Chicago: Libraries as platforms for creativity, day two

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This blog post follows on from yesterday’s piece. I’m in Chicago, seeing how their Public Library System is rethinking the role of the library.

Today we took a trip to the West Town branch, one of the 80 branch libraries in Chicago, which was currently playing host to the Mini Maker Lab. As the name suggests, this is a movable, smaller, pop-up version of the Maker Lab which is now a permanent feature at the central Harold Washington Library Centre.

Mini Maker Lab

Like the central Maker Lab, but more mini, the Mini Maker Lab offers people in local communities the opportunity to try out new fabrication technologies such as 3D printing and computer-controlled laser-cutting, in simple classes where you can design and take away things such as a keyring, earrings, or lasercut stickers, or you can have a 3D scan of your own head printed out as a little bust of yourself. The sessions are presented as accessible and introductory, so that curious people can just drop in and try things out.

The branch itself had a number of activities going on, and had recently put on two punk rock concerts – on Saturday afternoons – catering in particular to teenagers too young to go to night-time gigs, and to parents of small children unable to go out like that now. There had been precisely two complaints, but one of them included the observation that the complainant had “never seen so many people at the library”, which rather cancelled out the point.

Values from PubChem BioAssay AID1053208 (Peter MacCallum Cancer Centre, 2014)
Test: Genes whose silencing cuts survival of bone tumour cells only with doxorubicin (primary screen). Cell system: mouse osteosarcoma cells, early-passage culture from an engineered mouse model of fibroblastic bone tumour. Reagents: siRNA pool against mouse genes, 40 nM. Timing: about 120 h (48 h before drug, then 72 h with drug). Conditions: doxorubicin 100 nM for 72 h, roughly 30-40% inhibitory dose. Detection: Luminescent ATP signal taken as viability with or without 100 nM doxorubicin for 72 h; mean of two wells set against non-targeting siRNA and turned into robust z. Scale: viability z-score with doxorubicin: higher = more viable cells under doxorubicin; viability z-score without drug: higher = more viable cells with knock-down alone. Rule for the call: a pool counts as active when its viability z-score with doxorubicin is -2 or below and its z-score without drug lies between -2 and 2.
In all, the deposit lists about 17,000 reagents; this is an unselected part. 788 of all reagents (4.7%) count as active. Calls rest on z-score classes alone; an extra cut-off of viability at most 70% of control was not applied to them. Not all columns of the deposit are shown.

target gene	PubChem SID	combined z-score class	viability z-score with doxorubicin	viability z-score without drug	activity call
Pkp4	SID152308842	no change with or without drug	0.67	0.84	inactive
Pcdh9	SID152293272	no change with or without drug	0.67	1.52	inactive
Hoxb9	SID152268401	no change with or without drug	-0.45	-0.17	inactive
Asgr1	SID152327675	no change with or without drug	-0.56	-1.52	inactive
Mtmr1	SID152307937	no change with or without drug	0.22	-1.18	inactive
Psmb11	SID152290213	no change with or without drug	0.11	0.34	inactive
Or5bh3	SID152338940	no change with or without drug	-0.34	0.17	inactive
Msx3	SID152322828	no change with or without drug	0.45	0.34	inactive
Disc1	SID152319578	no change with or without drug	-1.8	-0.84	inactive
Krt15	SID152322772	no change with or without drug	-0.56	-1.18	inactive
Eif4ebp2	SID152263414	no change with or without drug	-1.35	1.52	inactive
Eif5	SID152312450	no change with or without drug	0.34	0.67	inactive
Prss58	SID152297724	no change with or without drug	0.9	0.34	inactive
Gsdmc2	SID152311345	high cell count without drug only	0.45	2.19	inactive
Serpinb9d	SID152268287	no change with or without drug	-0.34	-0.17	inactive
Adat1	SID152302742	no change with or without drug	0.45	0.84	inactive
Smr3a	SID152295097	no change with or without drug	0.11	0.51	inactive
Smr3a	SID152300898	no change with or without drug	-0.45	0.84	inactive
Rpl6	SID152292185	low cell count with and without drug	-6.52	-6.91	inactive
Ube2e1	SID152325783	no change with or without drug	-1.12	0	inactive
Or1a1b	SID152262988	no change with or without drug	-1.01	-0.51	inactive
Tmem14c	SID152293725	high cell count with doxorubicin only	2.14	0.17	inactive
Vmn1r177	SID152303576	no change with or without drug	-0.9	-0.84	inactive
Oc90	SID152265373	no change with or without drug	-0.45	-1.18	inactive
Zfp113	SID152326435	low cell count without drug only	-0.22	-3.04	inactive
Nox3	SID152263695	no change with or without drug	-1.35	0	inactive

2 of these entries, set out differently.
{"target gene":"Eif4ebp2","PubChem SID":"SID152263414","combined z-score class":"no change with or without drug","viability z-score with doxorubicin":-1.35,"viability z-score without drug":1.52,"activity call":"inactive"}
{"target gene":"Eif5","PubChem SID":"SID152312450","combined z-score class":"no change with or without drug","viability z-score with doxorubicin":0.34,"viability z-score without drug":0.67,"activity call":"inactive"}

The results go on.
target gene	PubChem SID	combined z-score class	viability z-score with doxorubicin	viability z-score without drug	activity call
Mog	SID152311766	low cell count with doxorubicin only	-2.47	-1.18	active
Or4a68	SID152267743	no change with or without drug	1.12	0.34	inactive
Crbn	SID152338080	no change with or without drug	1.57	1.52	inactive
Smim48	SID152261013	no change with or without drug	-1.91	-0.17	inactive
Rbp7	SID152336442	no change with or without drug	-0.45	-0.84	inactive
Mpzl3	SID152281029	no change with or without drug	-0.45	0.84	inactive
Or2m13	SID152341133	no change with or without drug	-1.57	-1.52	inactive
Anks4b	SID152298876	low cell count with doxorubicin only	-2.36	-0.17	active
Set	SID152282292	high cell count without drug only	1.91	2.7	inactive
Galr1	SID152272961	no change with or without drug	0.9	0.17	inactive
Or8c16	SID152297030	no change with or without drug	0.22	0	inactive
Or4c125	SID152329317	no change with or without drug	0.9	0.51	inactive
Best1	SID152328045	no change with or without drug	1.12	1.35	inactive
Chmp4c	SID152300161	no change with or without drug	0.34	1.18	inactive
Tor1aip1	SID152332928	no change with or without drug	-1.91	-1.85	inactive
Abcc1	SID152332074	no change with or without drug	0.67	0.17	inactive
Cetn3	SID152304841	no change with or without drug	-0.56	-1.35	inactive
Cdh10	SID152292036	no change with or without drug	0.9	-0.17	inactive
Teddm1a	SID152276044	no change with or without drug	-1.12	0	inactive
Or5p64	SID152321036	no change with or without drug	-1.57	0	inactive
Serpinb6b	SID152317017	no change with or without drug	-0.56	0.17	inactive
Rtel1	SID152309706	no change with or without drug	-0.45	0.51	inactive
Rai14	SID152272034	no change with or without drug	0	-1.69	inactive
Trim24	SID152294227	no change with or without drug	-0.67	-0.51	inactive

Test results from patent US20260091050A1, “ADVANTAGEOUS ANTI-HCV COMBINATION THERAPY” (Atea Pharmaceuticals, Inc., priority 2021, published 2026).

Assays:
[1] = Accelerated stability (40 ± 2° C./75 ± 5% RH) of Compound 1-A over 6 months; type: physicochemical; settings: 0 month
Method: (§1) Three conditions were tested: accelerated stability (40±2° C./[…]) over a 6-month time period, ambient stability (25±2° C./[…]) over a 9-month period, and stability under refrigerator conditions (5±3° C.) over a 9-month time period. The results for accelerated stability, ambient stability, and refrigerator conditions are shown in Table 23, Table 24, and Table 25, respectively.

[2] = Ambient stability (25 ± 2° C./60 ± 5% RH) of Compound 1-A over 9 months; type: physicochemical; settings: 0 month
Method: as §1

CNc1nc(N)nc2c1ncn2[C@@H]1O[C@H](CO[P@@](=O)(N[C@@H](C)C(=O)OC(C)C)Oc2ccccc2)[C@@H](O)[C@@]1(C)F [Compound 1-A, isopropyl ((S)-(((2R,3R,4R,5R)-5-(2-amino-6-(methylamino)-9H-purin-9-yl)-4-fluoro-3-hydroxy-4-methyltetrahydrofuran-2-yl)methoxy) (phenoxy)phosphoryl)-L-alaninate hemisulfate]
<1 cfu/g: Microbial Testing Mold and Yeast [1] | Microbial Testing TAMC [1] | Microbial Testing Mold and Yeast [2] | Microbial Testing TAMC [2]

Libraries like this one are in no way turning their back on their core functions as largely peaceful spaces where people can read, and borrow books, films and music. But they are also doing extra things to get new people into the library, and, I guess, partly to disrupt the image of libraries as rather old-fashioned places where some grumpy older people tell you to shhh.

Later in the day was my talk and workshop, ‘Platforms for Creativity’, which had been helpfully promoted all over the library (and, of course, online) over the previous weeks.


I had a delightful selection of materials, some of which had been brought with me and some had been acquired in Chicago:

Chicago materials

A good number of people came along. I talked about ‘platforms for creativity’ (which you can read an introduction to here), and we explored it through some creative activities.

Here is the scene:

Chicago workshop

And here are some tweets:

I had a really interesting and enjoyable time in Chicago. Many thanks to Brian Bannon, Mark Andersen, Kate Lapinski, and their colleagues, for inviting me and being such nice hosts. I learnt a lot, and look forward to connecting the Chicago cases and examples with other ones, as I continue to explore creative-platform-building.

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